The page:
12. Air circulation is imperative due to volatilization that may occur. Nursery stock, treated in a greenhouse, can be injured in a short amount of time before being placed outside with proper air circulation. This is why few herbicides are labeled for indoor use. They are not phytotoxic if proper ventilation is provided around treated plants.

13. Keep chemicals in their original containers. Never switch containers, since this can lead to accidental contamination and/or personal injury.

14. Chemicals should only be applied by conscientious, certified applicators who follow label directions. Violating the label in any fashion is against the law.

15. Keep records of chemicals used, date, rate, wind speed, temperature, humidity, etc. that can increase the impact on both target and nontarget species.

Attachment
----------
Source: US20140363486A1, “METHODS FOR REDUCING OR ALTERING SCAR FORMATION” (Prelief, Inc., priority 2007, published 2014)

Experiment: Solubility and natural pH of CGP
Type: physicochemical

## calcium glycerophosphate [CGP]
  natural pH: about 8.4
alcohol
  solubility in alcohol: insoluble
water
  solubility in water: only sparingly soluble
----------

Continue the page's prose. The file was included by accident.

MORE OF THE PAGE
16. Be sure to follow label directions for excess chemical and empty container disposal.

17. Apply pesticides in the cooler time of day; avoid applications during hot periods.

18. Always label and dedicate a sprayer to herbicides only to avoid phytotoxicity.

19. Choose water-based pesticides over oil-based chemicals when possible. When drift occurs, water-based pesticides are less likely to injure nontarget plants.

Information from Herbicide Injury in the Nursery and Landscape by Michael A. Schnelle, Professor, Extension Ornamental Floriculture Specialist and Janet C. Cole, Professor, Nursery Management, Oklahoma State University.